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Apple cider vinegar is Victoria Beckham’s secret wellness tip, but what is it good for?

The moment you pour apple cider vinegar in a glass container against a wooden background.
Apple cider vinegar is said to have a number of health benefits. (Getty Images)

Victoria Beckham takes her wellness regime seriously, as evidenced from her difficult workout with husband David Beckham earlier this week. The fashion designer, who recently appeared in the Netflix docuseries Beckham, often shares her tips for staying fit and healthy.

Following the release of Beckham in early October, interest in Victoria’s diet and workouts skyrocketed, according to an analysis of Google search data by Bulk.com. It found a 382% surge in searches for “Victoria Beckham diet” just hours after the docuseries dropped on the streaming service.

One of Victoria’s best-known tips is drinking apple cider vinegar first thing in the morning. In 2017, she shared an Instagram Story that showed a bottle of Braggs Apple Cider Vinegar, a staple in the former Spice Girl’s pantry.

She explained that the first thing she does when she wakes up is drink two tablespoons of apple cider vinegar on an empty stomach. Victoria said she follows this up by drinking “fresh lemon squeezed into boiling water”.

Victoria Beckham attends the Beckham premiere at Curzon Mayfair, London, UK.
03/10/2023
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Victoria Beckham is among several celebrities who have touted the health benefits from drinking apple cider vinegar every day. (Getty Images)

Apple cider vinegar - which is made by fermenting apple juice - has been touted over the past decade as a wellness staple, and has other celebrity advocates including Katy Perry, Scarlett Johansson and Kim Kardashian. It has been claimed that the ingredient can help reduce the risk of infection, lower blood sugar levels, and aid in weight loss, among other benefits.

While there has been some small-scale research that shows apple cider vinegar does have some health advantages, experts have said there needs to be further studies on the purported benefits.

How do people take apple cider vinegar?

Like Victoria, many people who swear by the perks of apple cider vinegar drink a small amount of it diluted with water every day, most commonly in the morning before consuming any other food or drink.

However, apple cider vinegar is also a popular ingredient in dressings for salads and grain bowls, as well as in pickles and chutneys.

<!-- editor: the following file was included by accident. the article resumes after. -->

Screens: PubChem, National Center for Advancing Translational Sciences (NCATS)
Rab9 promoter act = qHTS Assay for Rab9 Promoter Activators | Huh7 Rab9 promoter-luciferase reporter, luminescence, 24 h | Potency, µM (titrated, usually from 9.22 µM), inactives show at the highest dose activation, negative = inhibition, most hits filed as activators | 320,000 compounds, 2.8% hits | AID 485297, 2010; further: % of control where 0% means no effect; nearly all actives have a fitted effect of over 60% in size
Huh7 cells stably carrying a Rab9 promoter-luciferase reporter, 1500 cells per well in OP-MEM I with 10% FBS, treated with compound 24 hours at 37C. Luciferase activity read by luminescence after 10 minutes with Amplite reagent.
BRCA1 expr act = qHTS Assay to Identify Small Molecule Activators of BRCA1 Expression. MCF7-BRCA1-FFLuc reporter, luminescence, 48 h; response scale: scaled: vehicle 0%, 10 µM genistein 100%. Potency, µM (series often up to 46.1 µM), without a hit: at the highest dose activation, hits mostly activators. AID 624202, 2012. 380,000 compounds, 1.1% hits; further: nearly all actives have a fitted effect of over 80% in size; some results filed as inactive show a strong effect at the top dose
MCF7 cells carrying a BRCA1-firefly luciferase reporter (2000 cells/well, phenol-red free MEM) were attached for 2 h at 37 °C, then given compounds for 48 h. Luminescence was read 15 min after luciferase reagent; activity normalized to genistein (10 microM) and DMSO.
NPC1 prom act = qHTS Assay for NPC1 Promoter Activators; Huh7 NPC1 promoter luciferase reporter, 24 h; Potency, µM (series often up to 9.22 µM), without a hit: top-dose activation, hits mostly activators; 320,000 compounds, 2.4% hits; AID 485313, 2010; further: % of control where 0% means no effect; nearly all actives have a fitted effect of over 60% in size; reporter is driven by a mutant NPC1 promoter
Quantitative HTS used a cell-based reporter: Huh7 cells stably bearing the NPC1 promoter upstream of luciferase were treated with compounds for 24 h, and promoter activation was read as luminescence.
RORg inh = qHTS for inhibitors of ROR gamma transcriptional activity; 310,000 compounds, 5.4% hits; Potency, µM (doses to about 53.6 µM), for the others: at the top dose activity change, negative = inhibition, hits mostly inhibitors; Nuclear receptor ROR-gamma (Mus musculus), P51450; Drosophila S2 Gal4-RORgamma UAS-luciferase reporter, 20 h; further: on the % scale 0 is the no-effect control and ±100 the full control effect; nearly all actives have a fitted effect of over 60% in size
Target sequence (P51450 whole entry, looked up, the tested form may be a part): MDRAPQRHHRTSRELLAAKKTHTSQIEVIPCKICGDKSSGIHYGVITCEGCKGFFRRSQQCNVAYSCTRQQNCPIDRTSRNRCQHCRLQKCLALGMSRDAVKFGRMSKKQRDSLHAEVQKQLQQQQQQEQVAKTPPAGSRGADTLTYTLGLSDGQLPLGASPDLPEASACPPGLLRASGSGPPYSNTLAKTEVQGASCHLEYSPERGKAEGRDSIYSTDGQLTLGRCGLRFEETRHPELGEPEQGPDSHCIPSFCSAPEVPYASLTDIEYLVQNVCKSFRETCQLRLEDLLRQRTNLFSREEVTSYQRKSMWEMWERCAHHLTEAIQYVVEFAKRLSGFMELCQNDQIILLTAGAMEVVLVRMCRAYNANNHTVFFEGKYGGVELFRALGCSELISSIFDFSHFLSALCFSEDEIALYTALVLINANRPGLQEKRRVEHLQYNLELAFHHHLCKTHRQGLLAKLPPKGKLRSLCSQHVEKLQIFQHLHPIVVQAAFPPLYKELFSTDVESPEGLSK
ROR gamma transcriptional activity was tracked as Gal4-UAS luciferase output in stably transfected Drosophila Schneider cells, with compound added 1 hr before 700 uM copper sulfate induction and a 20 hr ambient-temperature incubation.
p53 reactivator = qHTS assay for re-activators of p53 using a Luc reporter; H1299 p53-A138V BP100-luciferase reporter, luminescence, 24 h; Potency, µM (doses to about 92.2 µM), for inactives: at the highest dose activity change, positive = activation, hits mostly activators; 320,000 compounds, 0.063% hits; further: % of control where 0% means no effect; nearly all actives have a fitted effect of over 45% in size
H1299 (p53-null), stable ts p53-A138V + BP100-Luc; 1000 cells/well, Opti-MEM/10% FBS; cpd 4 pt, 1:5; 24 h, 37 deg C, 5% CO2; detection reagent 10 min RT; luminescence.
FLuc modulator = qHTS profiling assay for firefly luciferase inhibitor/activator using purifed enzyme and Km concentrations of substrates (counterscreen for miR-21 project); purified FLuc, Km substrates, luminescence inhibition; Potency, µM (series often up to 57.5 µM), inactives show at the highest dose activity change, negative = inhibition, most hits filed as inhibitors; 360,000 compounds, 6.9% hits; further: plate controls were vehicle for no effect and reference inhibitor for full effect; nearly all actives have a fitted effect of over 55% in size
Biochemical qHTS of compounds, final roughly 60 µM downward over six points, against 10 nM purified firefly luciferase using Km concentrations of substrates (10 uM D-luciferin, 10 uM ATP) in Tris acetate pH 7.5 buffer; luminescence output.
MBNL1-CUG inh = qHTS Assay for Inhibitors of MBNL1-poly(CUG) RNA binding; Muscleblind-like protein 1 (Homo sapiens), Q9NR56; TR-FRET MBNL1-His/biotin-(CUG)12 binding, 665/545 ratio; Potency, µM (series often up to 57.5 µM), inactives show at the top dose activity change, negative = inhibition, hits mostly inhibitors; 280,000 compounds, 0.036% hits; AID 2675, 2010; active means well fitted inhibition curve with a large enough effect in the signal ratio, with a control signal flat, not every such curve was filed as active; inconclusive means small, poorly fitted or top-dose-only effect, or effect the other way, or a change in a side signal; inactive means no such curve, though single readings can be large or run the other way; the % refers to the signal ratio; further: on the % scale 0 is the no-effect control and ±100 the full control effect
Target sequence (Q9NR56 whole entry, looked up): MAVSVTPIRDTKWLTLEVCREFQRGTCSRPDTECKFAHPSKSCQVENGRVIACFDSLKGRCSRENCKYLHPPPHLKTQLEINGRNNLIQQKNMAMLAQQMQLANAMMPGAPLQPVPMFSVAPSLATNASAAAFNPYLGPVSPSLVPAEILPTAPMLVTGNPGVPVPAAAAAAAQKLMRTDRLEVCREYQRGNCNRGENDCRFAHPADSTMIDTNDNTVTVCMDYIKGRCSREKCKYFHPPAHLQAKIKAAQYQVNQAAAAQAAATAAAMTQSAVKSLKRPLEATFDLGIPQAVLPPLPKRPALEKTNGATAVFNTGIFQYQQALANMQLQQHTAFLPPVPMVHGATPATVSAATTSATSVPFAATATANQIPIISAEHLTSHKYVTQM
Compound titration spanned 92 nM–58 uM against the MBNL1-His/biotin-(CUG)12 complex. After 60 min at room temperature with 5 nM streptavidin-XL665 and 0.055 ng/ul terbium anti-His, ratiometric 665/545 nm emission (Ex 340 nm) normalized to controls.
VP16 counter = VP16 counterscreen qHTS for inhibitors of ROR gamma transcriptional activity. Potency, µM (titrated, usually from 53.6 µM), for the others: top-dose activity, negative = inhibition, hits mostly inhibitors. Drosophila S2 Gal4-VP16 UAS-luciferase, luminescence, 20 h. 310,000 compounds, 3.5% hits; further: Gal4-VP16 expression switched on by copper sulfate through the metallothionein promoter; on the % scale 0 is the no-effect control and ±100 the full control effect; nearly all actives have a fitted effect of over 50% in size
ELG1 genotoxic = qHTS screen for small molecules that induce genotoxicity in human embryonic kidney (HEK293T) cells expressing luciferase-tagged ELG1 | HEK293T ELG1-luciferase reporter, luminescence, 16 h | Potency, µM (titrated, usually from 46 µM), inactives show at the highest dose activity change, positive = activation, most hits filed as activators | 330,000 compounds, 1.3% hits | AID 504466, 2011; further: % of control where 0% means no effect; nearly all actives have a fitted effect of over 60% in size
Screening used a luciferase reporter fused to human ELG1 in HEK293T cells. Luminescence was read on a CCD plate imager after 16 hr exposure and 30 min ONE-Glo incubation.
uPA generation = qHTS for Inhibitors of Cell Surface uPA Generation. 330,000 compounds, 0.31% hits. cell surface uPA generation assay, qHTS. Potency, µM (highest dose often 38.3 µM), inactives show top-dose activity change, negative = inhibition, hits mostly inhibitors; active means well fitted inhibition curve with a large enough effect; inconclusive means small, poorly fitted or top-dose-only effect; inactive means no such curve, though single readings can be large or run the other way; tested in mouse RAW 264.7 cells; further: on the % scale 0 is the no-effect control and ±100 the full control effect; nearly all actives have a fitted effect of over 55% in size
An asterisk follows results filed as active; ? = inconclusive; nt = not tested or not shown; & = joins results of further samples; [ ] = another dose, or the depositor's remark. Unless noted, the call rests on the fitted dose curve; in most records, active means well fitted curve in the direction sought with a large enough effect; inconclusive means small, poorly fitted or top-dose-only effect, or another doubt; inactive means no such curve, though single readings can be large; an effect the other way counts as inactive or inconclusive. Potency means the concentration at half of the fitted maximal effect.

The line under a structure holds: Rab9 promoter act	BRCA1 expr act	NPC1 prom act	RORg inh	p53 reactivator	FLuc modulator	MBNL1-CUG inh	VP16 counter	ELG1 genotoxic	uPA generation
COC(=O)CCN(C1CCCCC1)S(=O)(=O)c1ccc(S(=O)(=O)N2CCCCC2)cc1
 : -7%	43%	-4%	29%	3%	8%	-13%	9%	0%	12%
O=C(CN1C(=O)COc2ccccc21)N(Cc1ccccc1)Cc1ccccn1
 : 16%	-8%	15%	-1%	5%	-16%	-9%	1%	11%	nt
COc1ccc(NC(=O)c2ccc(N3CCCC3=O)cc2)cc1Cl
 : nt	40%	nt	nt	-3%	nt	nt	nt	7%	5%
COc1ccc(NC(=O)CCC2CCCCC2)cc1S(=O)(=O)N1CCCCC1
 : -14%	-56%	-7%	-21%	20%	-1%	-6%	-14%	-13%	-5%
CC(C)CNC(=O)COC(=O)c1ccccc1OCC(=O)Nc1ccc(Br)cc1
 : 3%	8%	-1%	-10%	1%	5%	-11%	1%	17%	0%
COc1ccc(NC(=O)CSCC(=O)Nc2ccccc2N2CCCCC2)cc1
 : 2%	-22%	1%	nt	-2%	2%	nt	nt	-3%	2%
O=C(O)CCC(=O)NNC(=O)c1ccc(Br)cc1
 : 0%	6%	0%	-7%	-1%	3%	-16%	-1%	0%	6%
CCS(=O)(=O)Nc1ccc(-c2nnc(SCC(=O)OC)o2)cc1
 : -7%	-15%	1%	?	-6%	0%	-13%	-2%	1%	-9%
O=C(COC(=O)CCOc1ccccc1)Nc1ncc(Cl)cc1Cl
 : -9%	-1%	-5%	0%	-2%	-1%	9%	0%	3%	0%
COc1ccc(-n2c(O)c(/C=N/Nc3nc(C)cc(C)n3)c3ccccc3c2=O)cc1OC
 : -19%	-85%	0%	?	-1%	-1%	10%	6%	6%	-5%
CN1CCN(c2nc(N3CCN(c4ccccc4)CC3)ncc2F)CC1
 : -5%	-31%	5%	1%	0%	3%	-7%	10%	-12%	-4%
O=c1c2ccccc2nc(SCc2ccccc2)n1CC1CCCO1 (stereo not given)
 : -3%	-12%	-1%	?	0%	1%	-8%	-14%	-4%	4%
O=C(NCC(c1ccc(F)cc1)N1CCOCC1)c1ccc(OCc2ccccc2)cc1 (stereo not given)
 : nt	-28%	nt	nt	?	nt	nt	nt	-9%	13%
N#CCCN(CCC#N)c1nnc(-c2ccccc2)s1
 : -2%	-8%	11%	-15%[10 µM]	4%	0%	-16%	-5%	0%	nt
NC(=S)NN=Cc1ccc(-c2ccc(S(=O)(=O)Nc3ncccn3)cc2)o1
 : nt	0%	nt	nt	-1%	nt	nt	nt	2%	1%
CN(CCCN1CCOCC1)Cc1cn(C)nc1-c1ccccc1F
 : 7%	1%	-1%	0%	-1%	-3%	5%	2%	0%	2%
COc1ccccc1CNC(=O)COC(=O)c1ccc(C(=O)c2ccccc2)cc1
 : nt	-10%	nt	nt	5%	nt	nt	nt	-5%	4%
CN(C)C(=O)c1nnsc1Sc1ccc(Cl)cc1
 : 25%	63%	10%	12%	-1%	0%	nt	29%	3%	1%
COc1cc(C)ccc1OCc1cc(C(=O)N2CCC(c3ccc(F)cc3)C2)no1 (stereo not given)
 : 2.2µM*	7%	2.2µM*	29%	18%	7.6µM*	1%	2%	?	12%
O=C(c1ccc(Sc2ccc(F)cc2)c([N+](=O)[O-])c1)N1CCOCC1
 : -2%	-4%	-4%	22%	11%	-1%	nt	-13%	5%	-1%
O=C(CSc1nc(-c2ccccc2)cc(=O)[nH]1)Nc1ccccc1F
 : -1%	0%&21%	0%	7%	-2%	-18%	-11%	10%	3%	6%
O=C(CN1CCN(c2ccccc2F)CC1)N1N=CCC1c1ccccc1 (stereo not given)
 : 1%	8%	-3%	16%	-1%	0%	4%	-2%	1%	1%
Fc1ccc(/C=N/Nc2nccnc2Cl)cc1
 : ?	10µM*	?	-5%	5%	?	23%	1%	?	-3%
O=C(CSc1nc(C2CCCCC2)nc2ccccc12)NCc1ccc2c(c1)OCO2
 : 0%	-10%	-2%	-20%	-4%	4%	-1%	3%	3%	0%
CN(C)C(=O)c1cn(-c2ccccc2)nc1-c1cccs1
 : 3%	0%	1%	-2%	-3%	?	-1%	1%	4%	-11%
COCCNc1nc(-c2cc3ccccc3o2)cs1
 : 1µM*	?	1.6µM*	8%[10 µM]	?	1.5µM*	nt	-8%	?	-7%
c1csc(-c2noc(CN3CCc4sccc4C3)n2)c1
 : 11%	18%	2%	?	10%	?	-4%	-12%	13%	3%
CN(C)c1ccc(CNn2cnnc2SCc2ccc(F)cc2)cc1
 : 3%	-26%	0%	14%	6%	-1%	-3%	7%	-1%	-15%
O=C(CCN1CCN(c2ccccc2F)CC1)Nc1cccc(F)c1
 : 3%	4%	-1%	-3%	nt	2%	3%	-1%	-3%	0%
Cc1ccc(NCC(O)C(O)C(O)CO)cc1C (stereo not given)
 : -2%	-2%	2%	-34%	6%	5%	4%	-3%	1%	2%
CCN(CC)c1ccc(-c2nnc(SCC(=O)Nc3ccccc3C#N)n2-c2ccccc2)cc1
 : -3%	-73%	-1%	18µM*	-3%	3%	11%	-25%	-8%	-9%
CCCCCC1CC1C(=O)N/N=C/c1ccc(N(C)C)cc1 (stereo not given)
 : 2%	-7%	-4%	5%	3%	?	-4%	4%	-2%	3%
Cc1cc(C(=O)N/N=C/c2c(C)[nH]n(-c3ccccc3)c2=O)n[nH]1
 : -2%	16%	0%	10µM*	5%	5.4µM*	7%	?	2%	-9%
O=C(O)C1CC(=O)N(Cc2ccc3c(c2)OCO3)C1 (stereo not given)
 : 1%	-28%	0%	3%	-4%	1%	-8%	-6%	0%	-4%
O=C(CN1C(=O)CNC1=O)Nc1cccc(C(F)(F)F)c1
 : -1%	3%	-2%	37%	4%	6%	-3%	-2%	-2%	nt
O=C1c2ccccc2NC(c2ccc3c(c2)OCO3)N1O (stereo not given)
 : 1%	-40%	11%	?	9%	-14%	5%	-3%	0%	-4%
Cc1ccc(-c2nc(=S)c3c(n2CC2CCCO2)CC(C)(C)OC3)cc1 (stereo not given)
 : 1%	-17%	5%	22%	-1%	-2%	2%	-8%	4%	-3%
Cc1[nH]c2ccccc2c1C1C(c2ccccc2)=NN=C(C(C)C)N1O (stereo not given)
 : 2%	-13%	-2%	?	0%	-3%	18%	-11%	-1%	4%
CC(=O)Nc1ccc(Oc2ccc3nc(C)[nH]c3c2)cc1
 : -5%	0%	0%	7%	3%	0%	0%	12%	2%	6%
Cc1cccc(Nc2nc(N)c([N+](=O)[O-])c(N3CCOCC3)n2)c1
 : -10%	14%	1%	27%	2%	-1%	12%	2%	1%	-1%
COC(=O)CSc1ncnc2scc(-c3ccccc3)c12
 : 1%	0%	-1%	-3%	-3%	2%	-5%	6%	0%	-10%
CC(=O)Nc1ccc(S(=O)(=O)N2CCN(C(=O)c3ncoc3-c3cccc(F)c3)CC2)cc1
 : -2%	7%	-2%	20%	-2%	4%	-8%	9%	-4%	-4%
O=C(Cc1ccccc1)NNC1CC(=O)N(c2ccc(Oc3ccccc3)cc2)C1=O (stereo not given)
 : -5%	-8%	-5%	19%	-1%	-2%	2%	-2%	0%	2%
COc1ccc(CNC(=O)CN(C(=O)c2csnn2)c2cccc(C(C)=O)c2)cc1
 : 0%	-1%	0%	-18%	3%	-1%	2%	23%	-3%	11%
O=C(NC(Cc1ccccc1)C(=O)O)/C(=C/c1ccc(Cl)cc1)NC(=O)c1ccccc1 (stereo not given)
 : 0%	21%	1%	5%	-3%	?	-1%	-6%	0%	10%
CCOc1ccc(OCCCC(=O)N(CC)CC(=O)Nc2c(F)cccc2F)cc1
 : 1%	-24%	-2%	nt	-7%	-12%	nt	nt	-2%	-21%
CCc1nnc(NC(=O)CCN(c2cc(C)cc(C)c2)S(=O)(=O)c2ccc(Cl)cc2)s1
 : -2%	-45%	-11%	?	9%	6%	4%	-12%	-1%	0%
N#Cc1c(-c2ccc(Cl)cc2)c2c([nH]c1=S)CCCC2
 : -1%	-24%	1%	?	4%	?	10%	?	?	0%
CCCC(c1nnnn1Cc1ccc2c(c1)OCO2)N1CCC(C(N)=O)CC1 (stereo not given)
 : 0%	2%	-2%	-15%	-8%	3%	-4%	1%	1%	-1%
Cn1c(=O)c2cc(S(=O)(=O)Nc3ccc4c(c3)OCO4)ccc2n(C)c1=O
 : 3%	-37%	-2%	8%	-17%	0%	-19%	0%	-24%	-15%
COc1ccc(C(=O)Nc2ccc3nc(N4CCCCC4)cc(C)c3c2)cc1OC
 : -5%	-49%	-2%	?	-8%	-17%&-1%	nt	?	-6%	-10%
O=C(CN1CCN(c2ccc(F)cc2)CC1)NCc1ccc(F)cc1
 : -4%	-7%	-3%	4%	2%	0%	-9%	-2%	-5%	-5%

Apple cider vinegar products have also made their way onto the market, in the form of gummies and supplements. However, it is recommended that you research whether these products are properly regulated and check the other ingredients to ensure you are buying something truly beneficial.


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Potential benefits of apple cider vinegar

Apple cider vinegar has been said to have the following properties:

1. Fight infection

Dr Darshna Yagnik, a biomedical research lecturer from Middlesex University, conducted a study in 2021 that showed apple cider vinegar can kill E coli and MRSA in petri dishes with nearly the same efficacy as common antibiotics. While the study did not determine whether apple cider vinegar has the same effect on the human body, it has been seen as a positive result of the ingredient.

2. Lower inflammation

Dr Yagnik also carried out research on the effect of apple cider vinegar on white blood cells and suggested it could help reduce inflammation as well. She told the Guardian that this could be a result of many components in the vinegar, like enzymes and antioxidants, working together to “optimise cells, boosting their function and bring immune balance”.

For both claimed benefits, Dr Yagnik has said that further research is required before people start using apple cider vinegar to treat infections or inflammation-related diseases.

3. Lower cholesterol

Research by academics at Coventry University analysed nine existing studies on apple cider vinegar and found that regular consumption could lead to better health outcomes, according to the BBC.

Dr Cain Clark, who led the research, told the broadcaster that the evidence suggested that apple cider vinegar helped to lower cholesterol in people who drank it regularly and improved the health of patients with type 2 diabetes.

That said, he added that “further independent work - in the form of randomised controlled trials, specifically in this population - is needed to make stronger claims”.

4. Aid weight loss

Several small-scale studies have linked apple cider vinegar to helping with weight loss, but only as part of a controlled diet. However, experts have said the evidence is “not compelling” and do not recommend depending on apple cider vinegar as a weight loss tool.


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